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Essenes, again. Was: 1000 scribes... (long)

Dear Moshe,

Responding to your last posting...

Ian (indicated by ">>"):
>>You cannot assume that the last residents were aware of its [cave 4's]
Moshe (indicated by ">>>" and ">"):
>Have you seen a layout of the area, and the proximity of the caves (especially
>#4) to the Qumram area? The appearance of the area after 1500+ years bears
>little if no resemblance to what it looked like when it was in use. I seem to
>recall reading that there was a path to the caves that was found. Which would
>add to the connection. 

There is no possibility that anything could have covered cave 4 up -- if you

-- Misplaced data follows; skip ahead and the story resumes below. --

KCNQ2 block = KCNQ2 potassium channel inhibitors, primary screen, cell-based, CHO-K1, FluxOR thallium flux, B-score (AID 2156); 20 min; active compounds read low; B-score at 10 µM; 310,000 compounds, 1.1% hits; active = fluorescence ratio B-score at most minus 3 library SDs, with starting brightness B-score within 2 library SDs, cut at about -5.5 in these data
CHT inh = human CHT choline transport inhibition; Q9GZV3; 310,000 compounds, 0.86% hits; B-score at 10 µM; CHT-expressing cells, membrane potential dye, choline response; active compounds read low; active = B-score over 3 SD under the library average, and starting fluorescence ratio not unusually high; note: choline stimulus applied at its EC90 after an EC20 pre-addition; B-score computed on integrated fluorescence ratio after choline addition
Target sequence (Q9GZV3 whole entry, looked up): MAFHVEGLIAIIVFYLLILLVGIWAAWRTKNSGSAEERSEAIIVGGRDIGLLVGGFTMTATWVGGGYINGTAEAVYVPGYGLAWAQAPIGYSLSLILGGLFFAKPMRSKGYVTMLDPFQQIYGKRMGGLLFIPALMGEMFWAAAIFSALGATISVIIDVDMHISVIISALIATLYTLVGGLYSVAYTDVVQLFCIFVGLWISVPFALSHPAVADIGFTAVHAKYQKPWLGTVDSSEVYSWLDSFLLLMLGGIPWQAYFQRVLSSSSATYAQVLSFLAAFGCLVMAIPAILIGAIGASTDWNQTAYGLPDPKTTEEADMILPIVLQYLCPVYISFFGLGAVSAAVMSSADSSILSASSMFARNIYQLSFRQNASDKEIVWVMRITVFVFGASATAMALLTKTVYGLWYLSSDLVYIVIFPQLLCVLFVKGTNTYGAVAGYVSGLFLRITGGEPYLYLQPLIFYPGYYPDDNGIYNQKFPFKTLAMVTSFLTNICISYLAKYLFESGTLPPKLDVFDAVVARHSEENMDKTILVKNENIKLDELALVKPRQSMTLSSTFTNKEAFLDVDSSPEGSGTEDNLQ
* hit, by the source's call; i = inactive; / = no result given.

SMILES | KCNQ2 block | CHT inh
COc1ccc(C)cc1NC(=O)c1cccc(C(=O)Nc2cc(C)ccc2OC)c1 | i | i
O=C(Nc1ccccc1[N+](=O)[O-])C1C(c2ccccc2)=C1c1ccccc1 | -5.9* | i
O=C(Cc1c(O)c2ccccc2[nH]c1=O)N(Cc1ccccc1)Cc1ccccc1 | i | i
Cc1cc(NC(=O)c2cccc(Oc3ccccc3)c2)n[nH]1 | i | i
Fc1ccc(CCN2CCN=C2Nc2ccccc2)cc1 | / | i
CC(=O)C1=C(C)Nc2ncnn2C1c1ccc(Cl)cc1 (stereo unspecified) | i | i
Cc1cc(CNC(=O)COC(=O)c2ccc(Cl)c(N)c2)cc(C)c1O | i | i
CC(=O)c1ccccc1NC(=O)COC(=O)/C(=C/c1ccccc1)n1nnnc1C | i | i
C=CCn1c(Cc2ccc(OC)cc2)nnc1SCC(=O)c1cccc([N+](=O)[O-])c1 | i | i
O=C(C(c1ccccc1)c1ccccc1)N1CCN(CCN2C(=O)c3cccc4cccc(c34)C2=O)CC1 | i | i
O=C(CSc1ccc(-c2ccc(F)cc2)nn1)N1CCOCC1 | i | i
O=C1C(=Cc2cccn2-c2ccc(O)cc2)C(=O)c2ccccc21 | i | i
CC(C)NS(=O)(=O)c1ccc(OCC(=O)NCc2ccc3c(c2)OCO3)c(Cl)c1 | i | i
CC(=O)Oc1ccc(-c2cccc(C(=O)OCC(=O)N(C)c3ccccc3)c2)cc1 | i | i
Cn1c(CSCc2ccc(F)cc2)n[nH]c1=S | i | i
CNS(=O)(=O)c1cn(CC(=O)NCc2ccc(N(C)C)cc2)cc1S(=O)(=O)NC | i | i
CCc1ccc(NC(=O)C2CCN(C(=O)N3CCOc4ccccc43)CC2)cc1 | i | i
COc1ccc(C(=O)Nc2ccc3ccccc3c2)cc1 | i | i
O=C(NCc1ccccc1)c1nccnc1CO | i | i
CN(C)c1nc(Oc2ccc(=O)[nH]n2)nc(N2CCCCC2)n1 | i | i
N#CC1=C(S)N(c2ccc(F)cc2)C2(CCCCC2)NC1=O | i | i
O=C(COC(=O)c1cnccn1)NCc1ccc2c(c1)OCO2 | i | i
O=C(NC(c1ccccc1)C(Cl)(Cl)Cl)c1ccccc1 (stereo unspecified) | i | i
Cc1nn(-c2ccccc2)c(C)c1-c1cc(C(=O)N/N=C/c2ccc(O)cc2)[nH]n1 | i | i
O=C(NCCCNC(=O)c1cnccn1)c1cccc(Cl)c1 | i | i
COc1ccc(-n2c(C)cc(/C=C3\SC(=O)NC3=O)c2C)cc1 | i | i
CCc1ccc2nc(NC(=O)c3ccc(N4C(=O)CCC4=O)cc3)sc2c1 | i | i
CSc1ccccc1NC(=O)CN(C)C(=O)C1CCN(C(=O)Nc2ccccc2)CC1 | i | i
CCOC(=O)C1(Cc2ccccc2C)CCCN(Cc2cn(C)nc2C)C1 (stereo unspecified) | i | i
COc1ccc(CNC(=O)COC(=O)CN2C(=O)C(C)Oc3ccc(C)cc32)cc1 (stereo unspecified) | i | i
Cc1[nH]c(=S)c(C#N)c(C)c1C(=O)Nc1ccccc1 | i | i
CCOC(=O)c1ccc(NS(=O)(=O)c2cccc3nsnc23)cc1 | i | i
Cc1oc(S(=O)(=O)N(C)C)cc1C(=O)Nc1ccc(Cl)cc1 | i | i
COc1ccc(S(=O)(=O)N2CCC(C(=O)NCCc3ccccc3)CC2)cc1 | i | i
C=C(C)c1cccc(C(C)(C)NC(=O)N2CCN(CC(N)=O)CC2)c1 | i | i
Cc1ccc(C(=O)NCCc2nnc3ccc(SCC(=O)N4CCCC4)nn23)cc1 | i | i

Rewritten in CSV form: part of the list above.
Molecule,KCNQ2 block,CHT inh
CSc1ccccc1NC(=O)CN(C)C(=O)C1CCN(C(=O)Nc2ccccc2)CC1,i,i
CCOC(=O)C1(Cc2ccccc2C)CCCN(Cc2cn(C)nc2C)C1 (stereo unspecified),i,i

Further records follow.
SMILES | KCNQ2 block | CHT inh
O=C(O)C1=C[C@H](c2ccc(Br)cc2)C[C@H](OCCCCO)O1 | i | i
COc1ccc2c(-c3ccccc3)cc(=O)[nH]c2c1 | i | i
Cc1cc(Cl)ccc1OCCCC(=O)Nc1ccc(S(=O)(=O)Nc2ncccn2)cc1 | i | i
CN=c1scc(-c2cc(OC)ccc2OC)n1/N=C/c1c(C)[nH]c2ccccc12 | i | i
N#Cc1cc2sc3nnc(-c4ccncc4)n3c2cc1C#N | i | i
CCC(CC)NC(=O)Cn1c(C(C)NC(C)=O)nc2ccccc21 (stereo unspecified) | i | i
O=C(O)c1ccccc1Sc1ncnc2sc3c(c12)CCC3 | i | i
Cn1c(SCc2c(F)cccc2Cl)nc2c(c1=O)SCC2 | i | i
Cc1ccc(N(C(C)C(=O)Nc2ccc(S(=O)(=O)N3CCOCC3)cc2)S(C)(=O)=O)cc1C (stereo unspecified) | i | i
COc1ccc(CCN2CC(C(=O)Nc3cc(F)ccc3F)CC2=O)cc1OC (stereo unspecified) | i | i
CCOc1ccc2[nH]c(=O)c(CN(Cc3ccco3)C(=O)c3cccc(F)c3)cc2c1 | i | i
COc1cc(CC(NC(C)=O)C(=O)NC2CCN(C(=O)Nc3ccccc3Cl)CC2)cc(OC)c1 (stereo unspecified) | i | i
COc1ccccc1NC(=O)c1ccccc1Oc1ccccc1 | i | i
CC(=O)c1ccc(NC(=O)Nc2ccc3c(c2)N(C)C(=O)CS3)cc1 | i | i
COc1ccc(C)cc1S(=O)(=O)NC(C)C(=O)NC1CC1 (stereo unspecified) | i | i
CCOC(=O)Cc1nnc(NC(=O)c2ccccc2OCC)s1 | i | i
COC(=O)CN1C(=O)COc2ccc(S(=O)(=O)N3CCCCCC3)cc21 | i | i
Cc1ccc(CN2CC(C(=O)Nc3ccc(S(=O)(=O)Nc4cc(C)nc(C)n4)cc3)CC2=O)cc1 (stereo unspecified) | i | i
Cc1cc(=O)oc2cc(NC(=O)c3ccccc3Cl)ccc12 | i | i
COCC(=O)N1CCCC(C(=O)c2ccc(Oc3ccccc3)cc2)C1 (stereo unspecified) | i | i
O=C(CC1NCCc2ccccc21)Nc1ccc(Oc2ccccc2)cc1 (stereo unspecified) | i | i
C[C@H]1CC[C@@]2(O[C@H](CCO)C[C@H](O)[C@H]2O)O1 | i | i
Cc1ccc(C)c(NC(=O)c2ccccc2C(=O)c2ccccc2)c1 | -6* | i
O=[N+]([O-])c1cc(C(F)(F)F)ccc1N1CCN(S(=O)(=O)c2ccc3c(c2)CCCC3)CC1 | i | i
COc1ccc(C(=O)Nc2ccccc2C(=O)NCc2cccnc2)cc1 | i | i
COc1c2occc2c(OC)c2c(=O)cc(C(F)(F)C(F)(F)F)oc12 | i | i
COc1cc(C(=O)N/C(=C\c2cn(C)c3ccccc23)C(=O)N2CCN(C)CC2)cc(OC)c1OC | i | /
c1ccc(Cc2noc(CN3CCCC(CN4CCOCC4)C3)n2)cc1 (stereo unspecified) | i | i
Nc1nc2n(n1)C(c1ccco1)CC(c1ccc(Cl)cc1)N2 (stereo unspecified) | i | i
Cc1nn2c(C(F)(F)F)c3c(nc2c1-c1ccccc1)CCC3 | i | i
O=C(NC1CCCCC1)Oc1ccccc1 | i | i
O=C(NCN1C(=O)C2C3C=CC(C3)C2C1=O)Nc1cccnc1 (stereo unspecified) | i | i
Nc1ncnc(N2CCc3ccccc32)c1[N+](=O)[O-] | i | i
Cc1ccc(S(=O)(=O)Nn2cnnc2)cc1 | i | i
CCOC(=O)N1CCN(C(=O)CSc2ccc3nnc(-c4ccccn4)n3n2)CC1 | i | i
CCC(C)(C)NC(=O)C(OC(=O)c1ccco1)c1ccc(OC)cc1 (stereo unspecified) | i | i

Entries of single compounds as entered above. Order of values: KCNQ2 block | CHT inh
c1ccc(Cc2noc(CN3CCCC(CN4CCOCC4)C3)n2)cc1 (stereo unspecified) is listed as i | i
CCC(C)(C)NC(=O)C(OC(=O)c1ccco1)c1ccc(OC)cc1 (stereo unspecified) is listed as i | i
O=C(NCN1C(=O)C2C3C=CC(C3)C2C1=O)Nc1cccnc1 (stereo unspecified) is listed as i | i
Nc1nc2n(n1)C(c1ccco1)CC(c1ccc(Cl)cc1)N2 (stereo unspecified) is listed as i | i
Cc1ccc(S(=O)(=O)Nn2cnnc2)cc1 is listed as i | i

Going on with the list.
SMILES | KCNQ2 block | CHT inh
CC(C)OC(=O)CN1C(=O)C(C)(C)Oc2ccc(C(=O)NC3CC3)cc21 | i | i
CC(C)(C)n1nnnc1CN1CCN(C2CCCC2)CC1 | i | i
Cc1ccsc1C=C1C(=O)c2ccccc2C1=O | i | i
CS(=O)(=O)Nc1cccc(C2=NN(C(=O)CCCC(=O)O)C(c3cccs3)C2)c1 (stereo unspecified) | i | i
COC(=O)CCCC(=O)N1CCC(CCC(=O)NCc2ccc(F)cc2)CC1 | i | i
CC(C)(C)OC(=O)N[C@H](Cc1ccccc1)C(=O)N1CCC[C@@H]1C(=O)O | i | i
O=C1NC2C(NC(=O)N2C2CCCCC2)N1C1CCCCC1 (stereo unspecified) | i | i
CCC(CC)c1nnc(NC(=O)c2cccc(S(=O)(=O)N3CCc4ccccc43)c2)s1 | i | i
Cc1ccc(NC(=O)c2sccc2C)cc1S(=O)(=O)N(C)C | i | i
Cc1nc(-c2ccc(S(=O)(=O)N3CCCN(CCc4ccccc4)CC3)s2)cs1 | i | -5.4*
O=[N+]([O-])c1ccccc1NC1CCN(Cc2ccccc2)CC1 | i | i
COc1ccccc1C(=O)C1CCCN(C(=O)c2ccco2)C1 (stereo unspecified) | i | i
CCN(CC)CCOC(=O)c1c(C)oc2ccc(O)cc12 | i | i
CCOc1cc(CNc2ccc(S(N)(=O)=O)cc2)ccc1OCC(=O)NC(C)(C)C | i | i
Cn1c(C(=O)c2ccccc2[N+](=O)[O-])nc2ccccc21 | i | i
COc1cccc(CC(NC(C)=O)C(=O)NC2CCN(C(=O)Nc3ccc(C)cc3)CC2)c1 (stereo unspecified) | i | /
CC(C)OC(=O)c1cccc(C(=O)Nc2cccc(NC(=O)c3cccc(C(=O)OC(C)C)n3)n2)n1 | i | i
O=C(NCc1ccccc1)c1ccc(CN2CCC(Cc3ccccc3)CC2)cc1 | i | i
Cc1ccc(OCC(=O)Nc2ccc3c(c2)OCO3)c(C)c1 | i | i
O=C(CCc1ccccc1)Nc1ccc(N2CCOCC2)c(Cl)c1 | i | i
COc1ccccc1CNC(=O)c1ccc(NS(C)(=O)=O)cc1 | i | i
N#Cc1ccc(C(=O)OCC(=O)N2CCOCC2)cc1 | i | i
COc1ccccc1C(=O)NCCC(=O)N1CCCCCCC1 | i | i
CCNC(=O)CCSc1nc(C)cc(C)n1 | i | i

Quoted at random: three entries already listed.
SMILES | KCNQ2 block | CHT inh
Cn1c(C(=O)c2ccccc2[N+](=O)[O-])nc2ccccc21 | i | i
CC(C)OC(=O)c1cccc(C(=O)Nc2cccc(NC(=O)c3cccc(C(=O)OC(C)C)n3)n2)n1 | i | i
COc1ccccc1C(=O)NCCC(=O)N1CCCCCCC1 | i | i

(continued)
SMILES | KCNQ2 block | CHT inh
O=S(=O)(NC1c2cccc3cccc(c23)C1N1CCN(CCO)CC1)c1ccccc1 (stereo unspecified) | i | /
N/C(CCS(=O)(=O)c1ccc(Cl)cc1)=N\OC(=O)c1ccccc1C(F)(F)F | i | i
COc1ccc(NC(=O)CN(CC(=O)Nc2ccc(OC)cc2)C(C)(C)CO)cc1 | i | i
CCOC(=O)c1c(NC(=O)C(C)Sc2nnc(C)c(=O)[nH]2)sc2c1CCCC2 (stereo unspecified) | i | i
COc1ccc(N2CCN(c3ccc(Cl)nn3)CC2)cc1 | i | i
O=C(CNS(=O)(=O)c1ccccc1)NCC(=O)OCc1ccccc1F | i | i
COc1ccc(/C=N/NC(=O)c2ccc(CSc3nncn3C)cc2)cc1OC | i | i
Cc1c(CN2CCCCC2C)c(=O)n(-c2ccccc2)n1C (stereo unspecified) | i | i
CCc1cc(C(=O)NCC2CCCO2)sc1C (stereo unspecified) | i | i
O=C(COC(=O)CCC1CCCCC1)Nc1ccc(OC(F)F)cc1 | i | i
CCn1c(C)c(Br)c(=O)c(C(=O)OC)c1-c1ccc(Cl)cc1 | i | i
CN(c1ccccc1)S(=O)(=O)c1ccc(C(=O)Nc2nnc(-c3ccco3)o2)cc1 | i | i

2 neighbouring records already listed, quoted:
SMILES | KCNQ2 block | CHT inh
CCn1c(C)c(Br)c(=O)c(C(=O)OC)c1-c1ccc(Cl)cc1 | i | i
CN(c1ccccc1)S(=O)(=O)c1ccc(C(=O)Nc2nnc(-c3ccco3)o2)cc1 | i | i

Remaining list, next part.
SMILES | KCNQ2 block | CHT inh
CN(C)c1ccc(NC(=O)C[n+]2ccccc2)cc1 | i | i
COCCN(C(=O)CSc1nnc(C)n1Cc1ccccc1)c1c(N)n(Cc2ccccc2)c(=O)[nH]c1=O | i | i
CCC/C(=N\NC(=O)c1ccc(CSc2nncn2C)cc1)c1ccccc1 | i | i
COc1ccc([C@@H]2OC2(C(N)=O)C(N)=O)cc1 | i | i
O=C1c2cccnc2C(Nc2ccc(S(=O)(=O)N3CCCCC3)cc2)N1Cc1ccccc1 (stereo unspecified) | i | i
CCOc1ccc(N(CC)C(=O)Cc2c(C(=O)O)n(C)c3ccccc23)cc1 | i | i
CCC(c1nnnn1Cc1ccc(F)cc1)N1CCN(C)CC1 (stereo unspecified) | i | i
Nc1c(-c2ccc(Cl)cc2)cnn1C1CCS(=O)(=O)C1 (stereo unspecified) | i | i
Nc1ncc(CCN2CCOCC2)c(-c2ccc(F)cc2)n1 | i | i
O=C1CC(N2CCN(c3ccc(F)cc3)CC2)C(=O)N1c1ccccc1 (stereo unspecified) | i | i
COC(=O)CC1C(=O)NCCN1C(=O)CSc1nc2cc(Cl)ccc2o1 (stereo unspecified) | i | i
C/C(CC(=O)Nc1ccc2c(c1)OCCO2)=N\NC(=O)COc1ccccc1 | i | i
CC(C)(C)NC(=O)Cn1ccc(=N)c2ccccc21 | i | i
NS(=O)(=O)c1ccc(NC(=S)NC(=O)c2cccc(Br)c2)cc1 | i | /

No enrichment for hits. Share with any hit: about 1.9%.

look at its location that would require the whole area to be covered. The
only likely event would be that due to its exposure to erosion it would
become more evident. Cave 4's position is not a guarantee that the last
inhabitants of Qumran knew of it: it is off the end of a spur that made it
much further than the straight line distance indicates and the original
entrance was off the side. The entrance from above I gather was cut by the
archaeologists for easier access and still it's not easy. There is little
likelihood that a path was discovered to this cave as the only access is via
an extremely open neck of land.

>In any case, if, as you seem to claim, the people
>living there did not know of the caves,

Reread: "the last residents" -- this does not imply all residents.

>then how could someone else have known
>of them who was not in the area? The only argument (which seems quite weak) is
>that they caves were known, but that someone else used them, and not the
>people of Qumran. That would require a good deal of evidence.